What had started out as four distinct groups based on their ticket class now blended together into one large group.

Eventually a van came from a hotel: it pulled up to the front of the group of passengers which now stretched across 4 terminal exits. where it was quickly surrounded by a crowd and as many people as possible (8-10) with their bags got in and were driven away. Ten minutes later another van, another crowd surrounds it, and 8 lucky people drive off.

Were these the vans for the First Class hotel or the coach hotel? Who knew? What class were the people who got in the vans? No idea. But it did not take too long for the hundreds of us to realize that all the vans were going to stop at the beginning of the line, and with that, people simply started pushing ahead of other people to get to the front.

Was there any separation between the coach and FC passengers? None. Was anyone stopping the vans at the right spot to make sure that correct passengers went to the correct hotel? No. All we had was 400+ people mobbing the first available vehicle they could find and trying to get on it.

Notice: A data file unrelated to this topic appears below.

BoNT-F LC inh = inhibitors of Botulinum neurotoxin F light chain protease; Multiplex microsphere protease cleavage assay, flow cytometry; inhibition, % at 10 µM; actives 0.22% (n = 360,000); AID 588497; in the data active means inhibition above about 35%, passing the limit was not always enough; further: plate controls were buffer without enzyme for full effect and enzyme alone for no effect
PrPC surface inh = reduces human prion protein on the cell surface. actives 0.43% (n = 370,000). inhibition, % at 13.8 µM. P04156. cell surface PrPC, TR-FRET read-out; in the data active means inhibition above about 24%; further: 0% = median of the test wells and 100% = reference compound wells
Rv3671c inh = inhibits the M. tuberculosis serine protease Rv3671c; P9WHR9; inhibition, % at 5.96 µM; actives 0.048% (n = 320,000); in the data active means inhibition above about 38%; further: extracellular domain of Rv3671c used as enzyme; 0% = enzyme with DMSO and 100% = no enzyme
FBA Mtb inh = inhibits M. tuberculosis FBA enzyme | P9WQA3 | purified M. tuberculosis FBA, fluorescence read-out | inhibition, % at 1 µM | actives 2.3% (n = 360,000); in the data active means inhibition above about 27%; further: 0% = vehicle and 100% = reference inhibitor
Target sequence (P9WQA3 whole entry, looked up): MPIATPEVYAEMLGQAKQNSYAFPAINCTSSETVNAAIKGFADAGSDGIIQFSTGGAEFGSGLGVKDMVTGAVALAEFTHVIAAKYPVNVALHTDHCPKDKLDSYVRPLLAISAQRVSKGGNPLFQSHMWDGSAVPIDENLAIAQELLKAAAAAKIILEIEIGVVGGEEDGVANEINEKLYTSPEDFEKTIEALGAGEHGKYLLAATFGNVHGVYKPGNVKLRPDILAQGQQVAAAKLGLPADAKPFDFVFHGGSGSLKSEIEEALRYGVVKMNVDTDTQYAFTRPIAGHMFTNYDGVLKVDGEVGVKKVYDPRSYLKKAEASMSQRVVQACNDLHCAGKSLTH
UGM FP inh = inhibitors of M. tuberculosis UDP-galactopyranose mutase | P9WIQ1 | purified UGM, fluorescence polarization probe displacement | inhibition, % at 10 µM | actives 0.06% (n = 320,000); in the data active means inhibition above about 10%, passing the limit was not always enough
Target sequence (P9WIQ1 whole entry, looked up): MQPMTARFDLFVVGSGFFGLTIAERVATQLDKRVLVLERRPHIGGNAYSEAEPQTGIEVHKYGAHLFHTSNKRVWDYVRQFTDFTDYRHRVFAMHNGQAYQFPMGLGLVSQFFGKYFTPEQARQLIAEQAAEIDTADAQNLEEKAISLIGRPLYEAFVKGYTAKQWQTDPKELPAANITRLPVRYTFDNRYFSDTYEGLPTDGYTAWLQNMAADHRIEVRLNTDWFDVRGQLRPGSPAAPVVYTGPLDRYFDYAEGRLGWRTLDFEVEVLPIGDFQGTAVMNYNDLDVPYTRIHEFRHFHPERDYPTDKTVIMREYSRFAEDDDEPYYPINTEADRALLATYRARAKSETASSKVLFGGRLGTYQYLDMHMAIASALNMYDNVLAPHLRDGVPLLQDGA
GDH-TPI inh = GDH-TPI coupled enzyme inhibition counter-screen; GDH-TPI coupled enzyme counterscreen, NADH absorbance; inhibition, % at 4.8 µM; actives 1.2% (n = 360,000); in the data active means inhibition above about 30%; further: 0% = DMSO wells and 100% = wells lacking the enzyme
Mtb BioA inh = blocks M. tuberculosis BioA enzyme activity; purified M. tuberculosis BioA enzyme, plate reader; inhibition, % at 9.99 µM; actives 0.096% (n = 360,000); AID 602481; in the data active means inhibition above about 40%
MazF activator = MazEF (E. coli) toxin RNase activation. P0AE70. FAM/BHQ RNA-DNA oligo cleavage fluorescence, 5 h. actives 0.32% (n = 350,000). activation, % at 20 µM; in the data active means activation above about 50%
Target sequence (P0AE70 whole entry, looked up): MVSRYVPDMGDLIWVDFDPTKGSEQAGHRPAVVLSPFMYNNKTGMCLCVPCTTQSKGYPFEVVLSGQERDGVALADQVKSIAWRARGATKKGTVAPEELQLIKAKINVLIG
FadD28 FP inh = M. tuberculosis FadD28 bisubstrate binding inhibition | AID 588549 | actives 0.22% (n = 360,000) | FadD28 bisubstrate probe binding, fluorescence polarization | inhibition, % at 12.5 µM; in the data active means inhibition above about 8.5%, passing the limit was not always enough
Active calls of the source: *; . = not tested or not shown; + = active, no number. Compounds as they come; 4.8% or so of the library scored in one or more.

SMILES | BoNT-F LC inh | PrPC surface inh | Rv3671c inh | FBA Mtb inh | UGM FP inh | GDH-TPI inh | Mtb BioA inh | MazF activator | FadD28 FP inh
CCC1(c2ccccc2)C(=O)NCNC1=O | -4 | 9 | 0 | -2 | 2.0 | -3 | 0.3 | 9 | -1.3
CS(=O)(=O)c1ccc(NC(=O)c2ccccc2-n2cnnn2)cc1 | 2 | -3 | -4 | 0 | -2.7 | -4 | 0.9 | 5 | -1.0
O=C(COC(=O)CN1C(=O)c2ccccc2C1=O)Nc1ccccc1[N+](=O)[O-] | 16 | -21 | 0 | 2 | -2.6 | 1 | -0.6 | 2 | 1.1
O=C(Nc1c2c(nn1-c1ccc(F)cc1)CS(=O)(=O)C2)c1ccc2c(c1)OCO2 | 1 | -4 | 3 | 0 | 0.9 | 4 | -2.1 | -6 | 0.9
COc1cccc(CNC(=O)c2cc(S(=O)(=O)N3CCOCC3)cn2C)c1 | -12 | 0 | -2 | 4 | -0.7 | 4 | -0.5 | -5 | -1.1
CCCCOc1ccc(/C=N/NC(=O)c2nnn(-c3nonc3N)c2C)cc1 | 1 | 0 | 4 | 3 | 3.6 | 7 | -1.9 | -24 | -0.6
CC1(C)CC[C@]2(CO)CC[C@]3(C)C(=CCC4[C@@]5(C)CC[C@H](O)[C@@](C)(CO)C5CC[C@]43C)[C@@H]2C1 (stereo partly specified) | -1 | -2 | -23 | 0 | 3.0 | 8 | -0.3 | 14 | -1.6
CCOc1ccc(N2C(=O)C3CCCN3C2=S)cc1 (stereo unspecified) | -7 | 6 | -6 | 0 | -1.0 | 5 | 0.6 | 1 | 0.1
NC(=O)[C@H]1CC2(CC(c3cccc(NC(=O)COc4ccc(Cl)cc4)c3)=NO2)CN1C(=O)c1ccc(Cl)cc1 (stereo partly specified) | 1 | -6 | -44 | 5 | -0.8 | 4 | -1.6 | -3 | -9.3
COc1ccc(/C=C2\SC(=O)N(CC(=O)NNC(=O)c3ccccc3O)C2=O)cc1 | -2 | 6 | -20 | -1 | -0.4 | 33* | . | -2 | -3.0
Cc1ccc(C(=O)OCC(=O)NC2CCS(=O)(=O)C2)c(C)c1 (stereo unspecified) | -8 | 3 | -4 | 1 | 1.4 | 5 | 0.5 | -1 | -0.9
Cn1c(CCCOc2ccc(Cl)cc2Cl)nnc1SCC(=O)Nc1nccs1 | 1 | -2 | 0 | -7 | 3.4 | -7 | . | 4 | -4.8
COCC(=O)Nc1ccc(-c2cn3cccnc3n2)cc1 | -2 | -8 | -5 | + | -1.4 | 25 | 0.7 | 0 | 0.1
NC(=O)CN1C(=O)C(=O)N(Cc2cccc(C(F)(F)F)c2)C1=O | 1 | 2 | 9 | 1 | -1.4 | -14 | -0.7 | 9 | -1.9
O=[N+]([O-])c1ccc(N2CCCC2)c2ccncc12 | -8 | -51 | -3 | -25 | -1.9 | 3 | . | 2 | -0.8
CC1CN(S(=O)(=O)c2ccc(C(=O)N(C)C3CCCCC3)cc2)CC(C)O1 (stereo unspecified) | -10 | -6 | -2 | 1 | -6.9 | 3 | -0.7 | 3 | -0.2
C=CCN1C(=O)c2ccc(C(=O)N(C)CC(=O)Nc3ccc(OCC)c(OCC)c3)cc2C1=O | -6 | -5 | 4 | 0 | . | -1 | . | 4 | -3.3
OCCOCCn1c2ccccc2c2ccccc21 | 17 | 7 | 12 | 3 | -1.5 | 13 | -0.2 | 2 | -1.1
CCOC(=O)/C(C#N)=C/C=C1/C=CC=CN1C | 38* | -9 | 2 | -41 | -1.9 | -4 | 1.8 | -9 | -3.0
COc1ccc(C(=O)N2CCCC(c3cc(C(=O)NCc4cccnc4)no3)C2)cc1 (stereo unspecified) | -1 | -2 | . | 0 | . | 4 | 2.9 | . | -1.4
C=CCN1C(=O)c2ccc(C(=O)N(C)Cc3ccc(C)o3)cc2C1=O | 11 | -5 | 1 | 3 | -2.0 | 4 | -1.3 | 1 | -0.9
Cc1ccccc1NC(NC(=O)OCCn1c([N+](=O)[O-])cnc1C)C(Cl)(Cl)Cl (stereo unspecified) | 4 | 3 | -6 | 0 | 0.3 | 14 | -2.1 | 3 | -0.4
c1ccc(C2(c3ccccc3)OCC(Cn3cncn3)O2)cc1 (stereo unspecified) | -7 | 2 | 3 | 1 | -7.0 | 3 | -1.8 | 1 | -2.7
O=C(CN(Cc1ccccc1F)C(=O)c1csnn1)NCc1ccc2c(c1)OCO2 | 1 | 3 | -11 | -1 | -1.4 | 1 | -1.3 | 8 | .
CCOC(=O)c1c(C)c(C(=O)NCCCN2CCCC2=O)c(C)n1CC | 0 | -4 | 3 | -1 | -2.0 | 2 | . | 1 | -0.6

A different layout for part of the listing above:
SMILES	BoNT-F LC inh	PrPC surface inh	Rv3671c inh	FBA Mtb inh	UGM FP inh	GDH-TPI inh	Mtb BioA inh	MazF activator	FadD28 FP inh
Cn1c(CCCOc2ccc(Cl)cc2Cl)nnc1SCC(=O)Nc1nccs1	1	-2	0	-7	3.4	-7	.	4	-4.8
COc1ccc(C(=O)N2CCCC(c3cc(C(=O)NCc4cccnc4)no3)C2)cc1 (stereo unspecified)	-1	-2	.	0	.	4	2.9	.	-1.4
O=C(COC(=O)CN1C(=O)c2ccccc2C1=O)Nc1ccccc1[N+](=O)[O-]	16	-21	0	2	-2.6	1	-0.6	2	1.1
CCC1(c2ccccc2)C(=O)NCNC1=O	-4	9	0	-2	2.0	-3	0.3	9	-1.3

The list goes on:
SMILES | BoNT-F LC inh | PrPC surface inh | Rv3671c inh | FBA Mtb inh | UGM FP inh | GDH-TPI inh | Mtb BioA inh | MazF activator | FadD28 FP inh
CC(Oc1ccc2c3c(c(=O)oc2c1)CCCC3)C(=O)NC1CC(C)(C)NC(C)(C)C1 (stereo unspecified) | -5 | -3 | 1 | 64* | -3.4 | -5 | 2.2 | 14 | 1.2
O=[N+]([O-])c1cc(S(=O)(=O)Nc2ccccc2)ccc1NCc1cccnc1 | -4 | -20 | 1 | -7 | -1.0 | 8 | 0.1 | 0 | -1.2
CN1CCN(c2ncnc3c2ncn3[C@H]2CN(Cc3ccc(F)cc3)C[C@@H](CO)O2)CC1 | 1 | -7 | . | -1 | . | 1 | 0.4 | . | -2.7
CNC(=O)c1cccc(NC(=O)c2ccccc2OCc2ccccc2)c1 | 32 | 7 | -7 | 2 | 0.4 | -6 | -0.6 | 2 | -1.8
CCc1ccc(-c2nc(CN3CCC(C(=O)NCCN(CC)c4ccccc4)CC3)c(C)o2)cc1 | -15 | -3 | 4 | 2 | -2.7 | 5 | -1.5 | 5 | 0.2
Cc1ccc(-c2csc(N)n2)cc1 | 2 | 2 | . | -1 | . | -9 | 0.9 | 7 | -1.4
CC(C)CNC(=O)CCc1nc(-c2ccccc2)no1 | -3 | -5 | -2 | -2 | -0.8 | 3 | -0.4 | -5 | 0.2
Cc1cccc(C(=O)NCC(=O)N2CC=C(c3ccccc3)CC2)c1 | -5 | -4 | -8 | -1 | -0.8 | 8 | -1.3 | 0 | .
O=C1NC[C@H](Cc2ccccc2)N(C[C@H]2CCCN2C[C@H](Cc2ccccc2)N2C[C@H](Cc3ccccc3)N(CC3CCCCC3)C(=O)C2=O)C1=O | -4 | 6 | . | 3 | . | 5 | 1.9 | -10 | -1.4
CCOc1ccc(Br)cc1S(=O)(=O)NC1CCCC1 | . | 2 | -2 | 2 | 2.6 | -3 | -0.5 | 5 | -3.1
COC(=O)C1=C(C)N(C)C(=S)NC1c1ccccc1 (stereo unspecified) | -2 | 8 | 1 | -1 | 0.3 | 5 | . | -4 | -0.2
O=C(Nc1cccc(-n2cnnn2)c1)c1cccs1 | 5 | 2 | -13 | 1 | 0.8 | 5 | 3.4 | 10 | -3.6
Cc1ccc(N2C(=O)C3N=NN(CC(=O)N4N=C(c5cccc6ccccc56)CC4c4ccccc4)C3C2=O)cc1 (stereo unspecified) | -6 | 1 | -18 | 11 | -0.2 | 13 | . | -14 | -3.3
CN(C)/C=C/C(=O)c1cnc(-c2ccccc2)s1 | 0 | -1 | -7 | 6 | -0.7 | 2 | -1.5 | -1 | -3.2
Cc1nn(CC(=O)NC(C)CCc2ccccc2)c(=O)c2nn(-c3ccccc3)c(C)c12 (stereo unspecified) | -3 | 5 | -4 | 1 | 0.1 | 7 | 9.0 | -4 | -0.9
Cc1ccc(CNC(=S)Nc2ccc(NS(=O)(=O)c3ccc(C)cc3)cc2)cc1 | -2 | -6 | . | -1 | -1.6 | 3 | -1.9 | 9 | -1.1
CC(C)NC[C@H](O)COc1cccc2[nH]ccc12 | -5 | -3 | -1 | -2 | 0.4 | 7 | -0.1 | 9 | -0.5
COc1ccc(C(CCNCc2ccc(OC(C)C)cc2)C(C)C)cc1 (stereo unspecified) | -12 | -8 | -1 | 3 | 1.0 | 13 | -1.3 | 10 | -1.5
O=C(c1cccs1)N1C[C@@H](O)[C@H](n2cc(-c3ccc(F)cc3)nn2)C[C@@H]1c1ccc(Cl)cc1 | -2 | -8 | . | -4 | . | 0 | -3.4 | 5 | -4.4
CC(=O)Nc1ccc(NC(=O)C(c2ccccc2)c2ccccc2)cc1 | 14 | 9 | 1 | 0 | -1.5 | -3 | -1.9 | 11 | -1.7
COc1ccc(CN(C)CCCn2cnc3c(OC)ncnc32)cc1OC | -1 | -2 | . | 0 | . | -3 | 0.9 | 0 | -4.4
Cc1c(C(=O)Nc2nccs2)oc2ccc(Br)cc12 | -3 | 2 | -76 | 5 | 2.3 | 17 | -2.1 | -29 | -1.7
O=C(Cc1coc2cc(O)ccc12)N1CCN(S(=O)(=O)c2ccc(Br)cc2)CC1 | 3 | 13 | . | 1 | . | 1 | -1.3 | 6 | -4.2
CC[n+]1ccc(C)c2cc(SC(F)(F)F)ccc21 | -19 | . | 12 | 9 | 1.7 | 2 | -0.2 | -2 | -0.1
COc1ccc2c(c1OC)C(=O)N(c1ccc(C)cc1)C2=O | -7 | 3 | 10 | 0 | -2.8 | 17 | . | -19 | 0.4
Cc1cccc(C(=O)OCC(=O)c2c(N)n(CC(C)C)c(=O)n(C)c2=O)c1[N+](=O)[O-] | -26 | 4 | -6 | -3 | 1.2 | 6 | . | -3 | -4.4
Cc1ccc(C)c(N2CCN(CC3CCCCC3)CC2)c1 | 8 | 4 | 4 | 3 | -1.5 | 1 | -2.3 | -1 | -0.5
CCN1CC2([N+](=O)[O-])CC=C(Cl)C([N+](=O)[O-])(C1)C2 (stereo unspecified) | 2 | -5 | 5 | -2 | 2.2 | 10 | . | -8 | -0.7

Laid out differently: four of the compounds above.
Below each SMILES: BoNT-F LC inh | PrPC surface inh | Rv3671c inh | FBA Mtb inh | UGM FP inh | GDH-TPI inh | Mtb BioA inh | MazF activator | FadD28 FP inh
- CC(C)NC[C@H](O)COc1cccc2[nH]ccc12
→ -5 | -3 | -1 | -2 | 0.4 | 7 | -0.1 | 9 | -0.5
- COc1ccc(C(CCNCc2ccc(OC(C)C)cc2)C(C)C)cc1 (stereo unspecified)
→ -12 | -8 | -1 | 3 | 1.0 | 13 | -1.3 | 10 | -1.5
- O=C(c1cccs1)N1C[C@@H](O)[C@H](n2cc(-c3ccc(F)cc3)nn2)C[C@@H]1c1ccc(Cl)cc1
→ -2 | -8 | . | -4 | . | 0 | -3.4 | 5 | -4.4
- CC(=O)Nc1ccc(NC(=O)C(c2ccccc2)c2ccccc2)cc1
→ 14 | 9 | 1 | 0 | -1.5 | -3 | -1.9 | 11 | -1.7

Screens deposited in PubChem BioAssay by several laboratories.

Someone needed to be keeping the passengers from the different classes apart from each other. Someone needed to be stopping the buses and vans and making sure that the correct bus went to the right group. With someone in charge, that might have happened, but in this case it did not.

Eventually we were able to get on a bus that had no luggage compartment, so we had to stack our luggage in the aisles. It took us to a hotel where I finally was able to check into my room at 5 a.m. To put that into context, I had arrived at the airport at 4 the previous afternoon.

In no time at all I was asleep. I woke up around noon, and went for lunch, which was provided at no charge. Then it was time to get back on a bus and return to the airport.

The property where we spent the night was beautifully landscaped. The dining room was built  in the design of an African thatched hut.

The property where we spent the night was beautifully landscaped. The dining room was built in the design of an African thatched hut.